Paragliders trying to preserve Point of the Mountain from excavation

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DRAPER — Paraglider pilots who believe the Point of the Mountain provides some of the best air in the world are worried mining on the mountain will clip their wings and keep them from flying.

The Point of the Mountain has been excavated for freeways and construction for the past couple decades, leaving large gravel pits and mounds. Many paragliders have used the mountains for paragliding, and it's become a common sight to see them floating in the sky at the Point of the Mountain.

However, Geneva Rock has started expanding its mining operation and has begun excavating a slope of the mountain. Many paragliders are afraid the construction will change the wind flow.

Chris Hunlow moved to Utah from California in 2001, and has since made paragliding a big part of his life.

"This took over my life," Hunlow said. "I now have a job that allows me to fly as much as I can, and I live right here at the Point of the Mountain, so this is my life."

Hunlow said that the construction will change the ridgeline, which he said is critical to helping paragliders catch the wind currents.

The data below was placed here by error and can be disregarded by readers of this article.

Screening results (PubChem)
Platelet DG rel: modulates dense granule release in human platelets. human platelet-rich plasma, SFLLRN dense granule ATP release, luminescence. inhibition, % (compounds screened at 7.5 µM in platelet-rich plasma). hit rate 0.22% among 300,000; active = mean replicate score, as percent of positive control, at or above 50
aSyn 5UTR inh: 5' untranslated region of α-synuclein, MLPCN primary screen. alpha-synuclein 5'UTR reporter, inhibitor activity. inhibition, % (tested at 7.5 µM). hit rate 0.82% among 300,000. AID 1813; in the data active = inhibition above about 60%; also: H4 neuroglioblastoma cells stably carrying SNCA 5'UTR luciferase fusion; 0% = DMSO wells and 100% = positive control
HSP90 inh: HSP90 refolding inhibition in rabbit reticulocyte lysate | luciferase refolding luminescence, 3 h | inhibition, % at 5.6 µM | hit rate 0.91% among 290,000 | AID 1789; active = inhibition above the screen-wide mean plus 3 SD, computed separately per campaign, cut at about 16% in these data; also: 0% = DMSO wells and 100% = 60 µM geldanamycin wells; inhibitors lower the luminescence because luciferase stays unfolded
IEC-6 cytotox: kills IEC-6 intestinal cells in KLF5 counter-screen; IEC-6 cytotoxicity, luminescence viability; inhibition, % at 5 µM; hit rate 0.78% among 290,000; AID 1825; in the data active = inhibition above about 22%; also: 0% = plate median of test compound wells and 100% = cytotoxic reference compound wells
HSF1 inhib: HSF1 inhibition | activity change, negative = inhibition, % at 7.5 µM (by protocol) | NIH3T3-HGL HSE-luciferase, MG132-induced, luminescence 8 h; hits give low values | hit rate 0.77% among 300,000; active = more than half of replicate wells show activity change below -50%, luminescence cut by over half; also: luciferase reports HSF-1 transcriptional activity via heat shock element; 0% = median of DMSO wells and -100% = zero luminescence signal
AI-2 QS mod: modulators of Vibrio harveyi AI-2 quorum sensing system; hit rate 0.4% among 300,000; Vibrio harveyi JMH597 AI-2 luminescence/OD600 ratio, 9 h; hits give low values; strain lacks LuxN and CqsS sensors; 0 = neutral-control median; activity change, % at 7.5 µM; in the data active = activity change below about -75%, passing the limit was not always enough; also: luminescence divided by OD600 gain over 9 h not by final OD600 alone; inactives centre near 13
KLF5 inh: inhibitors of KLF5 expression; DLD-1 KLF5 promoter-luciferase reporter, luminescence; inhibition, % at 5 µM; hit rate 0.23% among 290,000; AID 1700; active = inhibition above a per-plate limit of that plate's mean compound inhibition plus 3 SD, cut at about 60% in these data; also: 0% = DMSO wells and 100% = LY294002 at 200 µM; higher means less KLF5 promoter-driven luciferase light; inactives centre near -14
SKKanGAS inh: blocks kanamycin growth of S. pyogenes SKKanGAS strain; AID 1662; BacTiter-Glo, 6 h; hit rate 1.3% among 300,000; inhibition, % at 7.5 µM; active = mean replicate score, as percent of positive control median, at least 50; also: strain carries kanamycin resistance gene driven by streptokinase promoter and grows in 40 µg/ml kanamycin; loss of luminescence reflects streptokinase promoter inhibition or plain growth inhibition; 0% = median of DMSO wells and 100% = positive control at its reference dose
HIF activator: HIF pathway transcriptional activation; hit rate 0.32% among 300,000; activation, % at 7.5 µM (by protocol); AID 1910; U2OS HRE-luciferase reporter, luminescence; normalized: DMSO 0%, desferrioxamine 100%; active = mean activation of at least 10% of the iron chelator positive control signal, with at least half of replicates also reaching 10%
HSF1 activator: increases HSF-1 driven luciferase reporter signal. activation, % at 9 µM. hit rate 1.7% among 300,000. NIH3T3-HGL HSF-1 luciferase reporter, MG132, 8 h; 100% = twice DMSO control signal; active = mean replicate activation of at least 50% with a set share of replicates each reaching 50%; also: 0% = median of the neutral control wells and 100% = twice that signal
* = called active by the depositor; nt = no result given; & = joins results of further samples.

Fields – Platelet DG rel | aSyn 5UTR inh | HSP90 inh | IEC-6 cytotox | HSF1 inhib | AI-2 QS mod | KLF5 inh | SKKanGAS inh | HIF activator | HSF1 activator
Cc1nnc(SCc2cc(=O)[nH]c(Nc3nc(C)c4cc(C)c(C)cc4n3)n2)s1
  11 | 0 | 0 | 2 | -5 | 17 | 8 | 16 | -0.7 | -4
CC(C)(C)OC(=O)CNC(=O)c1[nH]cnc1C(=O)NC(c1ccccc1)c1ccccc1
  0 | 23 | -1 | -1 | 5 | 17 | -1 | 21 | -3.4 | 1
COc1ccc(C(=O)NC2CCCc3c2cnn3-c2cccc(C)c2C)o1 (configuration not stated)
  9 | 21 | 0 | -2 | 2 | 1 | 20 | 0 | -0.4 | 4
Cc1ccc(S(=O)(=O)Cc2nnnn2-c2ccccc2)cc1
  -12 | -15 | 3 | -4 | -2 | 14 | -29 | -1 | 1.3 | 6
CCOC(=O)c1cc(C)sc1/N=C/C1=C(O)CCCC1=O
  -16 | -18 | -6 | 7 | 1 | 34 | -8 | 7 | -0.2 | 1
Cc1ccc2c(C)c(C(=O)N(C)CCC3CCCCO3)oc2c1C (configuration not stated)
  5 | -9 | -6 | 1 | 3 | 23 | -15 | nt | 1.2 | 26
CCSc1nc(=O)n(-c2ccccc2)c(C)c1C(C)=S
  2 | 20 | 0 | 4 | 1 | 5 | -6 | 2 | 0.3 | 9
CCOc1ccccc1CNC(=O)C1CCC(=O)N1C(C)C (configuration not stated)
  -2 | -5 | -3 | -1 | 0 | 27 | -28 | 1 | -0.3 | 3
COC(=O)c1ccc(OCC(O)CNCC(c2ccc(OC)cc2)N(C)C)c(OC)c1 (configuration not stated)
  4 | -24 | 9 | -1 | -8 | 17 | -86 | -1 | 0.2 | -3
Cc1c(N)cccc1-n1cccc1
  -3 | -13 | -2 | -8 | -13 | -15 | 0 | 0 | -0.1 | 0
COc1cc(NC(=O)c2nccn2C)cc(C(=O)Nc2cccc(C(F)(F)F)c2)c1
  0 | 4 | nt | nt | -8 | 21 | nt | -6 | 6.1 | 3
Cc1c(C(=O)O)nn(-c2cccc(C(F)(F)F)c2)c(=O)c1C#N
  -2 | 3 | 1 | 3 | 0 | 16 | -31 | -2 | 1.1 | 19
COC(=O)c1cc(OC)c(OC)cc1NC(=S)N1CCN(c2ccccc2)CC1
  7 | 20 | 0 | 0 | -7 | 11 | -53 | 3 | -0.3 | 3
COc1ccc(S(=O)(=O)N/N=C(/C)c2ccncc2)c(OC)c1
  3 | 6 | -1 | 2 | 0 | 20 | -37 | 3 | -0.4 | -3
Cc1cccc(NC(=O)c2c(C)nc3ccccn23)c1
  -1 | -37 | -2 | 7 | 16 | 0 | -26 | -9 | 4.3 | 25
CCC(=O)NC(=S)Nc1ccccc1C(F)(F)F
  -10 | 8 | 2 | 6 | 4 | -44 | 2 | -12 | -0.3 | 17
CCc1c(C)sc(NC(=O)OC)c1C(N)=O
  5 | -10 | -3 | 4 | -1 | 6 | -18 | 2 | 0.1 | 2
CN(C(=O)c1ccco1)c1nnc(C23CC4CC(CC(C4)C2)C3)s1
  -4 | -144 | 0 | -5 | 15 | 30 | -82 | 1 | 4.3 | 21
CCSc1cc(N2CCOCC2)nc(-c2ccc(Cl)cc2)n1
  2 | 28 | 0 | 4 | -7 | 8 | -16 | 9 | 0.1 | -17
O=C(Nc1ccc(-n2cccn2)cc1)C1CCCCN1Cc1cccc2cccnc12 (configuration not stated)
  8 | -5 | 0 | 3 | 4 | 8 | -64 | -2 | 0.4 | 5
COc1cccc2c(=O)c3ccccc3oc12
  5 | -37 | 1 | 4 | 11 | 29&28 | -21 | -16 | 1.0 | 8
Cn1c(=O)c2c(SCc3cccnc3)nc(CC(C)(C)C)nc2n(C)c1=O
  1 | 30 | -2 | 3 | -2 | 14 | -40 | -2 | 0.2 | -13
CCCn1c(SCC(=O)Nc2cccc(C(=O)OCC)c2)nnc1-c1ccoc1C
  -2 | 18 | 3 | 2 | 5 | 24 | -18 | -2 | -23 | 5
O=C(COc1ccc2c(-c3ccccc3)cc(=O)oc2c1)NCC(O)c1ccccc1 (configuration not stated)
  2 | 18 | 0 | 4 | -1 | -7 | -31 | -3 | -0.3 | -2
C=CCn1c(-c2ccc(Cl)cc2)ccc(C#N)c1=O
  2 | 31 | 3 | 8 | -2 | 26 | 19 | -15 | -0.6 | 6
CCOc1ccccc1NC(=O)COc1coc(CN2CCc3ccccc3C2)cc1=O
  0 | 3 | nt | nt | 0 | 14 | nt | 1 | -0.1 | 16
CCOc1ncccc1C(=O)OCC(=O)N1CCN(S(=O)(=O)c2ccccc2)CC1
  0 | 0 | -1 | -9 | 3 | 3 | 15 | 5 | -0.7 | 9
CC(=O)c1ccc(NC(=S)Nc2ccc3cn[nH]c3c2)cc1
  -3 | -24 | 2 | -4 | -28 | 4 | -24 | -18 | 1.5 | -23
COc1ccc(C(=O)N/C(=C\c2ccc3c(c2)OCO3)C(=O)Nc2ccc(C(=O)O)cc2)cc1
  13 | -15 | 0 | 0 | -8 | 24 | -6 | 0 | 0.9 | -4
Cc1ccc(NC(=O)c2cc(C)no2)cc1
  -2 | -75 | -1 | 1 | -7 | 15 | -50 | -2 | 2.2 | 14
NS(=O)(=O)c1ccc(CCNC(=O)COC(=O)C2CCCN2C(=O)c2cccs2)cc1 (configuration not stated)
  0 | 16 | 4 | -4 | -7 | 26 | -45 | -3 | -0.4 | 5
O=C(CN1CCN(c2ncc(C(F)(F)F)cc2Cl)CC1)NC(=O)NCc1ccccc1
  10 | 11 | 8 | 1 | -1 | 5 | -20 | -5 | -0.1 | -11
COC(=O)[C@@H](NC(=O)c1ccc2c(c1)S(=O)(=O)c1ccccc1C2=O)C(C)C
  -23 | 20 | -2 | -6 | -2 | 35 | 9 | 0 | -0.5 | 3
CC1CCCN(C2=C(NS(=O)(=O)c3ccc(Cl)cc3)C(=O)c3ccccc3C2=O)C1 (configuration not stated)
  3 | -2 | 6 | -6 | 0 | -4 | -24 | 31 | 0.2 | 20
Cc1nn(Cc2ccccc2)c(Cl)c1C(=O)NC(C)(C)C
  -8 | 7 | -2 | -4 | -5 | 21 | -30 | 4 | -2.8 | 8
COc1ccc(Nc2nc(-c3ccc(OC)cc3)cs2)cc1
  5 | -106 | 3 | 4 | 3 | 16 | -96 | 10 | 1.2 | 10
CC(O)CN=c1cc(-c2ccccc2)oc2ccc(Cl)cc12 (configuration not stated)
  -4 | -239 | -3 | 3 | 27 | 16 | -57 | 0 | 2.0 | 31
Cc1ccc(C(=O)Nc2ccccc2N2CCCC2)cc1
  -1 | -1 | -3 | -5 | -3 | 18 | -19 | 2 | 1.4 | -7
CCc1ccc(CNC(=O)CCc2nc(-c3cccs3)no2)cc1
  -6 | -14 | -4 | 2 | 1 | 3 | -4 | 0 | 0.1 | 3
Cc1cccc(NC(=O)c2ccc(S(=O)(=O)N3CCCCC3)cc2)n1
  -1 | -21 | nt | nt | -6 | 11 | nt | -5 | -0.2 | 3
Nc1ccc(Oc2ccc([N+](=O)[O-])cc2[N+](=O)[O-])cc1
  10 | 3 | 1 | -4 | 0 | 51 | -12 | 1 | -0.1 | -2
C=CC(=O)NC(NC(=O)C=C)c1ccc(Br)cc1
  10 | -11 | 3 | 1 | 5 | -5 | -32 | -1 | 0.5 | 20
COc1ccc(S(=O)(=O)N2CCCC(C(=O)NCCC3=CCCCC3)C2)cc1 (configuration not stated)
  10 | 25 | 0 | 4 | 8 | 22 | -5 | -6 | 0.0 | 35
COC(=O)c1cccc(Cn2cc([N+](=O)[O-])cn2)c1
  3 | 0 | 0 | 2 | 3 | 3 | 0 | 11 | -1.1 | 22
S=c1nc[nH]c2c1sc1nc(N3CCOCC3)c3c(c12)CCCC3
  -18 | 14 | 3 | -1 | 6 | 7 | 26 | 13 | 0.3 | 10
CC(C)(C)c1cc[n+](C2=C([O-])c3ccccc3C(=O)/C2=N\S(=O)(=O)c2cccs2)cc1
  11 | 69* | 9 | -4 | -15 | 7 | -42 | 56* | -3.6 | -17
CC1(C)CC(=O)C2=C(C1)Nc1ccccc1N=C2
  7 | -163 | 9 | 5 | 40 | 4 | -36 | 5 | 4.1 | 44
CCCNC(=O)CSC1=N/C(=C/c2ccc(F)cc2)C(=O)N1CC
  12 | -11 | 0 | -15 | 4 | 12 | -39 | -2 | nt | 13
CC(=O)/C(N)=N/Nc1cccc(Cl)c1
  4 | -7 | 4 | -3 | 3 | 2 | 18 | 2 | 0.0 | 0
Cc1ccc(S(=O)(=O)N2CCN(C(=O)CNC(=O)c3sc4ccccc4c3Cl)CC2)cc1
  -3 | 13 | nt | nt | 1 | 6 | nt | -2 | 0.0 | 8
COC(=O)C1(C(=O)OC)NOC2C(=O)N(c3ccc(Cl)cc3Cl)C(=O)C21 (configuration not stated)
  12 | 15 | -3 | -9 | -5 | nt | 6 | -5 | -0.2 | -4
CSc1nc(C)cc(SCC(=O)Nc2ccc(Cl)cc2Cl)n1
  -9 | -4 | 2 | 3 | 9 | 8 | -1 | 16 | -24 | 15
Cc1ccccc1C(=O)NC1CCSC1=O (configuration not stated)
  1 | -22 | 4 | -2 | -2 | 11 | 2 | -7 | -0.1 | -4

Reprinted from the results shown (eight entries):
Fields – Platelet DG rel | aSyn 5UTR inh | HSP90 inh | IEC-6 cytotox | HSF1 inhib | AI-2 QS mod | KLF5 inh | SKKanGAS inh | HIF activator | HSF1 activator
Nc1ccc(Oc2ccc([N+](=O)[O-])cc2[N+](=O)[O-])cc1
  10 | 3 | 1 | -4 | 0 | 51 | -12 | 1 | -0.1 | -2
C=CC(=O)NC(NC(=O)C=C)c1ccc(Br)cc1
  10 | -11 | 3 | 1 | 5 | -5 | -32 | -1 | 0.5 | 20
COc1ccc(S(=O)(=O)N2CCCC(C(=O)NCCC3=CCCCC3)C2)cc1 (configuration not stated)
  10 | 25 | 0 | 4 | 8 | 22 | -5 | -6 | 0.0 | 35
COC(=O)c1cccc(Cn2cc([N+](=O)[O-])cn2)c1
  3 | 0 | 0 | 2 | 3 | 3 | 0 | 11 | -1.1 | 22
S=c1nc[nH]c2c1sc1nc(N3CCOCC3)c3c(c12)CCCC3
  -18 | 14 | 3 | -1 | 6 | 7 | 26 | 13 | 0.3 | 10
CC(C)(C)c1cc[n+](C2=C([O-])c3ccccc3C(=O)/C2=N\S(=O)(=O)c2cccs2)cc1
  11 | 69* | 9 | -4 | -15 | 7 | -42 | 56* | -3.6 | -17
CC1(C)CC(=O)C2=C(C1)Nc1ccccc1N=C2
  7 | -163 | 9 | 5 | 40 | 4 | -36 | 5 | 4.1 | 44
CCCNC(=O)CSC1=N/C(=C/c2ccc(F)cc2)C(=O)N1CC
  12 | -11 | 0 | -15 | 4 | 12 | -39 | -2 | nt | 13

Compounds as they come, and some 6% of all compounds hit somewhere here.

Paraglider pilot Milly Wallace explained that the wind will follow the path of the hill.

"That is where we are catching our lift, is right there," she said. "Anything that disturbs that is going to change the flow of that wind."

We're not trying to pick a fight or anything. We're just trying to see what we can do to work with everybody to help save this because this is rare.

–Chris Hunlow, paraglider

However, Geneva Rock owns the rights to the land at the Point of the Mountain to use for excavation. Spokesman Jake White said that Geneva Rock supports the paragliders and even traded some of its property so the south paragliding park could be built a few years prior.

"We support what they are doing and have supported it for a lot of years," White said. "We've begun digging and mining on one of the slopes close by here that is within our property boundaries, but we don't have plans to go much further than that."

Paraglide enthusiasts said they don't want to get into a confrontation about the ridgeline, but they want to find a compromise.

"We're not trying to pick a fight or anything," Hunlow said. "We're just trying to see what we can do to work with everybody to help save this, because this is rare."

Hunslow and other paraglide pilots also want to preserve the area for future generations to enjoy the sport.

"As paragliders and as hang gliders here at this site, no other place in this state can we really live that dream," said paraglider pilot Jeff Ambrose.


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